Once in Sebha LNA’s marching troops were joined by paramilitary tribal forces from Oulad Sumilan, heading to Murzuq. Given their knowledge of the terrain the tribal paramilitaries led the charge against the town where their Tebu enemies are concentrated. Tebu considered the coming fighters just another militia from whom they had to defend themselves thus the high number of civilian casualties. Once the LNA’s more professional troops arrived the abuses stopped and fighting subsided. The Libyan Tebu laid down their arms while their Chadian cousins fled south toward Chad. On entering Chad, they were heavily bombed by French aircrafts based in Chad to protect Déby’s government.

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Undoubtedly; some atrocities were committed against ethnic Tebu in Murzuq, regardless of if they were Libyans or Chadians. However; it is not on the scale reported by some local media which accuses the LNA of tribal cleansing against the Tebu. In fact, the accusations against the LNA are no more than Islamists’ propaganda led and encouraged by the former Mufti in Tripoli who constantly calls for jihad against the LNA.

The developments in Fezzan explain the sudden un-announced meeting in Abu Dhabi, UAE, that brought together commander Haftar and Fayez Al-Sarraj head of the GNA in Tripoli. Sponsored by the United Nations’ special envoy Ghassan Salame, and hosted by the UAE, one of Haftar’s backers, Salame wanted both parties to re-iterate their commitment to the political process he is leading to try to solve the Libyan crisis and to reassure other factions, including Islamists in western Libya, that Haftar is committed to political solution rather than military one. Both Al-Sarraj and Haftar have met twice in Paris in 2018 and 2017 and committed themselves to elections.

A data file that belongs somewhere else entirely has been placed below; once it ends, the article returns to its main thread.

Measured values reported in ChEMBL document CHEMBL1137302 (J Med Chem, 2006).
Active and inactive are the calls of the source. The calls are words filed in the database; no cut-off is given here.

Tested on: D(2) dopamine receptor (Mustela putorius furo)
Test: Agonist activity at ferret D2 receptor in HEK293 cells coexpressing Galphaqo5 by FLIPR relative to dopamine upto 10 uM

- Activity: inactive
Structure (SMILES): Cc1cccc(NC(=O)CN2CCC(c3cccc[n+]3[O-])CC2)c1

Chairman of the Presidential Council of Libya Fayez Al-Sarraj [Dursun Aydemir/Anadolu Agency]

Chairman of the Presidential Council of Libya Fayez Al-Sarraj [Dursun Aydemir/Anadolu Agency]

However after his latest victory Field-Marshal Haftar might reconsider his position. His LNA now controls almost two-thirds of the country and all oilfields, Libya’s source of cash, while his opponents in Tripoli and Misrata are being surrounded even from a distance. Indeed, the militias controlling Tripoli hate Haftar and are fearful of his recent military gains. Their options to counter him are very limited if he decides to head to Tripoli.

READ: Libya’s NOC lifts force majeure at El Sharara oilfield

It is very unlikely that the LNA will get the orders to start marching on Tripoli, any time soon. But the shifting local politics could change that at any time. In that case Misrata will pose the most serious challenge to him. He cannot, militarily, take Tripoli and leave Misrata behind him. And Misrata, 300 kilometres east of Tripoli, has the best armed and well trained militias and paramilitary troops. They are battle hardened with hordes of arms and local finances available to them to put up a serious fight against the LNA should it move westwards.

In a joint statement, right after the UAE’s meeting, Misrata’s hardliners, a collection of militias, paramilitary troops and local politicians including the city council, not only condemned Haftar but accused him of being an agent of foreign powers and vowed to “defend the revolution”, as they put it.

With the south under his control is Haftar in any hurry to make his move now? Not really. Such a move will make him the aggressor and further strengthen his critics’ argument that he is only a power hungry old general intending to run the country as a dictatorship just as his friend in Egypt is doing right now. Haftar is known to be a patient old man however time is not on his side given his age and health.

The views expressed in this article belong to the author and do not necessarily reflect the editorial policy of Middle East Monitor.